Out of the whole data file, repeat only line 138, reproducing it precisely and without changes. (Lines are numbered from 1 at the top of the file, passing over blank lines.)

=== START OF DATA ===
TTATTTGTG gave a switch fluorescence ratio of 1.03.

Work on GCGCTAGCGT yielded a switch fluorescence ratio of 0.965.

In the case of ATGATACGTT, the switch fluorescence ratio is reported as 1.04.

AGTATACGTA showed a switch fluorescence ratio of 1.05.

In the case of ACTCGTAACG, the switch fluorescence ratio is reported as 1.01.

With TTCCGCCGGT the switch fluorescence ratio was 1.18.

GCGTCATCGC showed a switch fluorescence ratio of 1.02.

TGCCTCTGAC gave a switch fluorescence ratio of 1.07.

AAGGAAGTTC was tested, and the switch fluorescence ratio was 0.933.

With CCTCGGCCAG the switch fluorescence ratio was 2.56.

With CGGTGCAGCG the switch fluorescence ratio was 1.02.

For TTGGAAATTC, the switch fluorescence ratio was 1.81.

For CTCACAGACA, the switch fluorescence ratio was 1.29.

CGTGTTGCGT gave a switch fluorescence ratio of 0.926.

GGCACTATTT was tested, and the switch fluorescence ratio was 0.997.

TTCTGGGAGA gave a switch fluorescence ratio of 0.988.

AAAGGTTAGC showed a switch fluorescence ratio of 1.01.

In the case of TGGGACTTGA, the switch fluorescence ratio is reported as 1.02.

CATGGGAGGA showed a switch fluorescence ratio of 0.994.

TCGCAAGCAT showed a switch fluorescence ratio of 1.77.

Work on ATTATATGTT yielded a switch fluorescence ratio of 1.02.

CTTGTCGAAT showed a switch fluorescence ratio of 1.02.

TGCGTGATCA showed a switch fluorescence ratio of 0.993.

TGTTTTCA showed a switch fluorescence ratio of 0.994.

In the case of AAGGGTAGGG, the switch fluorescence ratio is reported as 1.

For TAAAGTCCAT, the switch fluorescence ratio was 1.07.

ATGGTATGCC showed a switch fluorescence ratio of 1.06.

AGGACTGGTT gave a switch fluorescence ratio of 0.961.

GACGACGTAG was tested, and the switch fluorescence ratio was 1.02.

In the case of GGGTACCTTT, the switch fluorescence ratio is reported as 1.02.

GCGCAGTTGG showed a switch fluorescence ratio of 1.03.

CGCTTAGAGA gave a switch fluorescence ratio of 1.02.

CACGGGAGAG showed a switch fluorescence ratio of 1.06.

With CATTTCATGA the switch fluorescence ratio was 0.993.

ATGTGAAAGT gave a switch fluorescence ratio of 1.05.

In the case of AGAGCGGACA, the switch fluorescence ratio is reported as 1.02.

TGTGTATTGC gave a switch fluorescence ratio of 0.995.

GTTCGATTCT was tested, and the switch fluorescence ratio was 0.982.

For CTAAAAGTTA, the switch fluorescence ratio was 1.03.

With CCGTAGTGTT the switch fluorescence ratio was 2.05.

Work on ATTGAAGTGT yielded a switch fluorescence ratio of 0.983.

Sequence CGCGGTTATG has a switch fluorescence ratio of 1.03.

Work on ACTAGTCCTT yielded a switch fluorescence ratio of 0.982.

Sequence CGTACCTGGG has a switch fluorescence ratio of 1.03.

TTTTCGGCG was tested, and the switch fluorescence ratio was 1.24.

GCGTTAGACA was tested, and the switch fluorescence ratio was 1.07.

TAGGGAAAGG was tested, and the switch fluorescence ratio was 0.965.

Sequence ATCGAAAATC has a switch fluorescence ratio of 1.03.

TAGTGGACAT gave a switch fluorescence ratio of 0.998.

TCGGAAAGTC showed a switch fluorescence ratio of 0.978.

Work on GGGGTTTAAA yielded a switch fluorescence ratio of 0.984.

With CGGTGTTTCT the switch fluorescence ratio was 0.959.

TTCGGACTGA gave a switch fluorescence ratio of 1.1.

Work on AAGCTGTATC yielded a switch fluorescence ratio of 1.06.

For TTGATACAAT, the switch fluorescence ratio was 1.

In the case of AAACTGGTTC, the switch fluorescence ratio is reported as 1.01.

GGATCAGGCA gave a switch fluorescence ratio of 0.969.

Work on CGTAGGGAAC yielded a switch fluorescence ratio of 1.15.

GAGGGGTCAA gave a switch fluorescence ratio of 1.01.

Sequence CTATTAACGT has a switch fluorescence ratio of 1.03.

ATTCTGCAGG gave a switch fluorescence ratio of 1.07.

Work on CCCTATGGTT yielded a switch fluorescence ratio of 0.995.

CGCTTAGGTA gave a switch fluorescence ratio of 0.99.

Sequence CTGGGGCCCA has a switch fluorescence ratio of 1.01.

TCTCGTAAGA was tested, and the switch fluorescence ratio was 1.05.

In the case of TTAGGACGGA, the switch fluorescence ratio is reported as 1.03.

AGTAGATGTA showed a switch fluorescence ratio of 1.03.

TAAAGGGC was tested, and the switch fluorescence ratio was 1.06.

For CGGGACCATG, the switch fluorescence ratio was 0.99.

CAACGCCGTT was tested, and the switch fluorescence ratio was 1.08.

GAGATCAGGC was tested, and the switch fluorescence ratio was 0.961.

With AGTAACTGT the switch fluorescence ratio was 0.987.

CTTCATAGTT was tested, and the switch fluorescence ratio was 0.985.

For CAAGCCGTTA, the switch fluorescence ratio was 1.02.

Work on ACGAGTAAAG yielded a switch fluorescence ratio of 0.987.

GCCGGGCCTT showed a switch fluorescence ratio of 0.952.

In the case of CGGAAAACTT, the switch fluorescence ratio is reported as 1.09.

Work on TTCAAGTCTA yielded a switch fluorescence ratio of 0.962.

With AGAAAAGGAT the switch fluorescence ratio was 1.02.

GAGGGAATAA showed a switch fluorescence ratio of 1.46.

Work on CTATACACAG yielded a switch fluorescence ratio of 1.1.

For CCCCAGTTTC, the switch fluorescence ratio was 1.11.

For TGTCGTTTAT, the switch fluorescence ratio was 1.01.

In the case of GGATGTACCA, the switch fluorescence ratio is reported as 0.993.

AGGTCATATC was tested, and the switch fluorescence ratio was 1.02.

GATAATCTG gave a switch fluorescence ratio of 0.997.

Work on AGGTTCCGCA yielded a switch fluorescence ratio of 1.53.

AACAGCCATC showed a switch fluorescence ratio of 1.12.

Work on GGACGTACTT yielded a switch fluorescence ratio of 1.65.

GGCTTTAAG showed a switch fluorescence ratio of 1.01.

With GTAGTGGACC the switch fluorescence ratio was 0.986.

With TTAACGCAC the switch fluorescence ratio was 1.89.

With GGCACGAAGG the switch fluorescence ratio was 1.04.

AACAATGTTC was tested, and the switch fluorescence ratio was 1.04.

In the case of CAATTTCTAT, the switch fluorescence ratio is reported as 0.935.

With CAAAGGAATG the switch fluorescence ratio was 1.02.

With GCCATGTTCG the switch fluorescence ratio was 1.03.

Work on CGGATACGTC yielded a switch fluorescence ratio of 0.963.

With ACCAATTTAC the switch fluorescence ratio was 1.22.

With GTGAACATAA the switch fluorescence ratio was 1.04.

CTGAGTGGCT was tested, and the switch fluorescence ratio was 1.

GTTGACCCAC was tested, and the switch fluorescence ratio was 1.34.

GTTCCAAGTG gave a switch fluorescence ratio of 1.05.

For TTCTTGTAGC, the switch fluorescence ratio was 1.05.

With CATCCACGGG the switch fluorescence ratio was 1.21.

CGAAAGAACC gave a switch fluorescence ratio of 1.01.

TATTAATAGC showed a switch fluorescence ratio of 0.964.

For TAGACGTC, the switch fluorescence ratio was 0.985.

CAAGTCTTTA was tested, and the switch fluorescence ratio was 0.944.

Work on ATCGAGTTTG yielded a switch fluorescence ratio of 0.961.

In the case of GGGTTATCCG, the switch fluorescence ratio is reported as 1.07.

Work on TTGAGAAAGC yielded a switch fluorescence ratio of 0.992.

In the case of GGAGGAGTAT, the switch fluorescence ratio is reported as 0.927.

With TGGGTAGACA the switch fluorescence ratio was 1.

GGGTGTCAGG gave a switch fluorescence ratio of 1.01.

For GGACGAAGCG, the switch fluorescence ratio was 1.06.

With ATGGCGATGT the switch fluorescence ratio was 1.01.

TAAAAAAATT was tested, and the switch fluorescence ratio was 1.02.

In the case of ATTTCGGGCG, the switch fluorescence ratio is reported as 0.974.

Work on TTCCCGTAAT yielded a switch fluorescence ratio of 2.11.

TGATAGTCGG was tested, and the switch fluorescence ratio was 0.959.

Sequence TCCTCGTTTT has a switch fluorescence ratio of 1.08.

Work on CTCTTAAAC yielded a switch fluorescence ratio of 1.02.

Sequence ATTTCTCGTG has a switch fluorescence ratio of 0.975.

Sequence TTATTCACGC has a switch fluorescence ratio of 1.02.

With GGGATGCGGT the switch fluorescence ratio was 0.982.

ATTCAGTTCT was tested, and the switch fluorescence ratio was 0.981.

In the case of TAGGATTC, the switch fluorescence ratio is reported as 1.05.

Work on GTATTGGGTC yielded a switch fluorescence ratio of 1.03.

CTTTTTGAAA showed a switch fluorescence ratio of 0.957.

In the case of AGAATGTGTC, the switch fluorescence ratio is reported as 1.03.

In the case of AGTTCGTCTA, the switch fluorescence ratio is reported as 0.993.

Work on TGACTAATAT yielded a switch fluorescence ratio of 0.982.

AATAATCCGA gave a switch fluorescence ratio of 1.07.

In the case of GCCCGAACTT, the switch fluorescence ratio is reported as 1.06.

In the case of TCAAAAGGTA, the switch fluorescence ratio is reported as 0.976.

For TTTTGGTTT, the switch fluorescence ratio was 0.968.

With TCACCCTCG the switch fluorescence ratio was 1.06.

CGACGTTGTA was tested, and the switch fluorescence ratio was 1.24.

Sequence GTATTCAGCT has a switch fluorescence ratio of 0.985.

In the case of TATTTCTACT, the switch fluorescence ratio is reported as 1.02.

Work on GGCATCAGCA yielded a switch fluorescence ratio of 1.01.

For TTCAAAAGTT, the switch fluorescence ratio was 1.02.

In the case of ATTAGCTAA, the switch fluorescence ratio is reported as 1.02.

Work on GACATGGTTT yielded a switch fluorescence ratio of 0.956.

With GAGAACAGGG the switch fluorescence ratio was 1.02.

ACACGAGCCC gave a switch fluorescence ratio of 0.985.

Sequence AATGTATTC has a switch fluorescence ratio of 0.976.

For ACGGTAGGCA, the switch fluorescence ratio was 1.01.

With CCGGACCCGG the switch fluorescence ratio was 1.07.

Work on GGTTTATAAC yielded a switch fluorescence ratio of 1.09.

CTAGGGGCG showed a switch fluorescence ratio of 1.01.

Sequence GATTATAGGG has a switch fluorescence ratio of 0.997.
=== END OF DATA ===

With TCACCCTCG the switch fluorescence ratio was 1.06.